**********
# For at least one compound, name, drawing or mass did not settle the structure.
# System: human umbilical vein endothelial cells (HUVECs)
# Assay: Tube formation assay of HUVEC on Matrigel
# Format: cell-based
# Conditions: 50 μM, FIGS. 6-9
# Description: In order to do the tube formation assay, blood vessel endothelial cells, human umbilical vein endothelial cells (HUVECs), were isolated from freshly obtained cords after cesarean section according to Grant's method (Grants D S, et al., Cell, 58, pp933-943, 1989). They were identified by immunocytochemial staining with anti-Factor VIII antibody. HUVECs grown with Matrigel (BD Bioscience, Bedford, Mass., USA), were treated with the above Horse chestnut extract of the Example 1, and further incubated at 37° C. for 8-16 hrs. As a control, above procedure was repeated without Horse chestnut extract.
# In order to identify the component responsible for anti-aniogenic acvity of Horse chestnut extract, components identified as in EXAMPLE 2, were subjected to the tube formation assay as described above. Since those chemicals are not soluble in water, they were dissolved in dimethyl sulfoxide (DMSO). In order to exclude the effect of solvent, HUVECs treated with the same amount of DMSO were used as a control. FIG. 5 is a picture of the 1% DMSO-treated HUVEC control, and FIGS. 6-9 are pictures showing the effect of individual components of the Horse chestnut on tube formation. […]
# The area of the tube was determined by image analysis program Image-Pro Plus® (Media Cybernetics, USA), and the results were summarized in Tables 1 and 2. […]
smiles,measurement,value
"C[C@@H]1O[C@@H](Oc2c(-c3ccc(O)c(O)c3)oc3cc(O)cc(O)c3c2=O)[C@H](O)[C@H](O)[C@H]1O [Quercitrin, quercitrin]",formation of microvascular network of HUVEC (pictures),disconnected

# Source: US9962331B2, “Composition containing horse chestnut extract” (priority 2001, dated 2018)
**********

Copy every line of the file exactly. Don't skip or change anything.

# For at least one compound, name, drawing or mass did not settle the structure.
# System: human umbilical vein endothelial cells (HUVECs)
# Assay: Tube formation assay of HUVEC on Matrigel
# Format: cell-based
# Conditions: 50 μM, FIGS. 6-9
# Description: In order to do the tube formation assay, blood vessel endothelial cells, human umbilical vein endothelial cells (HUVECs), were isolated from freshly obtained cords after cesarean section according to Grant's method (Grants D S, et al., Cell, 58, pp933-943, 1989). They were identified by immunocytochemial staining with anti-Factor VIII antibody. HUVECs grown with Matrigel (BD Bioscience, Bedford, Mass., USA), were treated with the above Horse chestnut extract of the Example 1, and further incubated at 37° C. for 8-16 hrs. As a control, above procedure was repeated without Horse chestnut extract.
# In order to identify the component responsible for anti-aniogenic acvity of Horse chestnut extract, components identified as in EXAMPLE 2, were subjected to the tube formation assay as described above. Since those chemicals are not soluble in water, they were dissolved in dimethyl sulfoxide (DMSO). In order to exclude the effect of solvent, HUVECs treated with the same amount of DMSO were used as a control. FIG. 5 is a picture of the 1% DMSO-treated HUVEC control, and FIGS. 6-9 are pictures showing the effect of individual components of the Horse chestnut on tube formation. […]
# The area of the tube was determined by image analysis program Image-Pro Plus® (Media Cybernetics, USA), and the results were summarized in Tables 1 and 2. […]
smiles,measurement,value
"C[C@@H]1O[C@@H](Oc2c(-c3ccc(O)c(O)c3)oc3cc(O)cc(O)c3c2=O)[C@H](O)[C@H](O)[C@H]1O [Quercitrin, quercitrin]",formation of microvascular network of HUVEC (pictures),disconnected

# Source: US9962331B2, “Composition containing horse chestnut extract” (priority 2001, dated 2018)